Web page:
Poverty and extreme poverty in Latin America reached levels in 2020 that had not been seen in the last 12 and 20 years, respectively, while the indices of inequality in the region worsened along with employment and labour participation rates, among women above all, due to the COVID-19 pandemic and despite the emergency social protection measures that countries have adopted to halt this phenomenon, the Economic Commission for Latin America and the Caribbean (ECLAC) reported today.
The Executive Secretary of the United Nations regional commission, Alicia Bárcena, presented a new edition of the flagship annual report Social Panorama of Latin America 2020, which indicates that the pandemic burst forth in a complex economic, social and political scenario of low growth, rising poverty and growing social tensions. In addition, it exposes the structural inequalities that characterise Latin American societies and the high levels of informality and lack of social protection, as well as the unfair sexual division of labour and social organisation of care, which undermines women’s full exercise of rights and autonomy.
According to ECLAC’s new projections — as a result of the steep economic recession in the region, which will notch a -7.7 per cent drop in gross domestic product (GDP) — it is estimated that in 2020 the extreme poverty rate was 12.5 per cent while the poverty rate affected 33.7 per cent of the population. This means that the total number of poor people rose to 209 million by the end of 2020, affecting 22 million more people than in the previous year. Of that total, 78 million people found themselves living in extreme poverty, or eight million more than in 2019.
The document indicates that gaps remain between population groups: poverty is greater in rural areas, among children and adolescents; indigenous and Afro-descendent persons; and in the population with lower educational levels. It adds that the increase in poverty and extreme poverty levels would be even greater in the absence of the measures implemented by governments to transfer emergency income to households. Governments in the region implemented 263 emergency social protection measures in 2020, reaching 49.4 per cent of the population, which is approximately 84 million households or 326 million people. Without these measures, the incidence of extreme poverty would have surged to 15.8 per cent and that of poverty, to 37.2 per cent of the population.
“The pandemic has exposed and exacerbated the region’s major structural gaps and currently, we are living in a time of heightened uncertainty in which neither the way out of the crisis nor the speed of that process is yet known. There is no doubt that the costs of inequality have become unsustainable and that it is necessary to build back with equality and sustainability, aiming to create a true welfare state, a task long postponed in the region,” Alicia Bárcena affirmed.
That is why ECLAC calls for guaranteeing universal social protection as a central pillar of the welfare state. It specifies that in the short term, it is necessary to implement or maintain the emergency transfers proposed by the Commission: the emergency basic income (EBI) and the anti-hunger grant and EBI for women. In the medium and long term, countries must move towards a universal basic income, prioritising families with children and adolescents, and get behind universal, comprehensive and sustainable social protection systems, increasing their coverage, as a central component of a new welfare state.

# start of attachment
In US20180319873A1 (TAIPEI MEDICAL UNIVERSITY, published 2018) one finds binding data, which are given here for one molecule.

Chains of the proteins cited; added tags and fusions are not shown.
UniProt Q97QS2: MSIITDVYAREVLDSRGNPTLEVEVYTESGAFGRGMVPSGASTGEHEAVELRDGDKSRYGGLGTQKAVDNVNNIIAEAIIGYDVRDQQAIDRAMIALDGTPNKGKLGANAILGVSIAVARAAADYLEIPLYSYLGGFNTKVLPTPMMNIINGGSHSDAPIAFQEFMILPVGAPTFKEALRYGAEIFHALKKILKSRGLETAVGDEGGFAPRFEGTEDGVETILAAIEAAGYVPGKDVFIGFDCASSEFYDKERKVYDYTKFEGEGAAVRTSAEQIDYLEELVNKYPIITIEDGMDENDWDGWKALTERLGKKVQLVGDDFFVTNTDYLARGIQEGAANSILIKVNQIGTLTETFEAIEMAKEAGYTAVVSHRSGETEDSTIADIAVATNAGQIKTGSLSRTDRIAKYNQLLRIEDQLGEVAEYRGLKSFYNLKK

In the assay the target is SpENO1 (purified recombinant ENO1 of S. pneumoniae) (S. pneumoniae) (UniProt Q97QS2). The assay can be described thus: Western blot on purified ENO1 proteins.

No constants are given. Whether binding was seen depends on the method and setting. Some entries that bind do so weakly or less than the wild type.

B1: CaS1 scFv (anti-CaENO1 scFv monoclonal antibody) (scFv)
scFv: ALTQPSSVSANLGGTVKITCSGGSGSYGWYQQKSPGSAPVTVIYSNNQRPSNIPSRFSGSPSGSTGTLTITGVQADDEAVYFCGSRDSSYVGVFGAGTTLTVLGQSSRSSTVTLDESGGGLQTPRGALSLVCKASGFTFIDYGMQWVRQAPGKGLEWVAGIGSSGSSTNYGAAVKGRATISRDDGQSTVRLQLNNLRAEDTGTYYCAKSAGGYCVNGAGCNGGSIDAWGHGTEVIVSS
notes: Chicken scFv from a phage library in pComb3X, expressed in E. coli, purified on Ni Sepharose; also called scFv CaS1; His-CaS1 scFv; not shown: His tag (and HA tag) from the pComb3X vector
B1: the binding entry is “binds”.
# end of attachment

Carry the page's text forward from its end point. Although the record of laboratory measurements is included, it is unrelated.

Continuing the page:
The commission also urges for moving towards new social and fiscal compacts for equality in times of pandemic, and for ensuring health, education and digital inclusion, so that no one lags behind.
“ECLAC’s call for a new social compact is more relevant than ever: the pandemic is a critical juncture that is redefining what is possible, and it opens a window of opportunity to leave the culture of privilege behind,” the high-level United Nations official emphasised.
The report indicates that the pandemic’s adverse impact on people’s income mainly affects lower- and lower-middle income strata. It is estimated that in 2020, some 491 million Latin Americans were living with income of up to three times the poverty line. And around 59 million people who belonged to the middle strata in 2019 experienced a process of downward economic mobility.
According to the document, inequality in total income per person is expected to have grown in 2020, leading to the average Gini index being 2.9 per cent higher than what was recorded in 2019. Without the transfers made by governments to attenuate the loss of wage income (the distribution of which tends to be concentrated in low- and middle-income groups), the increase in the average Gini index for the region would have been 5.6 per cent.
The report also underscores the major labour market impacts of the COVID-19 crisis. The regional unemployment rate ended 2020 at 10.7 per cent, which represents an increase of 2.6 percentage points versus the figure recorded in 2019 (8.1 per cent). It adds that the overall drop in employment and withdrawal from the workforce have had an intensified impact on women, informal workers, young people, and migrants.
The report includes a special chapter on the care economy as a strategic sector for a recovery with equality. It emphasises that the pandemic has revealed the enormous cost the region’s countries have borne because they do not have an integrated, defeminised and quality care system with broad coverage. In light of this, it warns that “it is urgently necessary to invest in this sector to tackle the crisis, guarantee the right to give care and receive care, as well as to reactivate the economy from a perspective of equality and sustainable development.”
To this end, ECLAC urges for moving towards a care society that would allow for guaranteeing an egalitarian and sustainable recovery in Latin America and the Caribbean.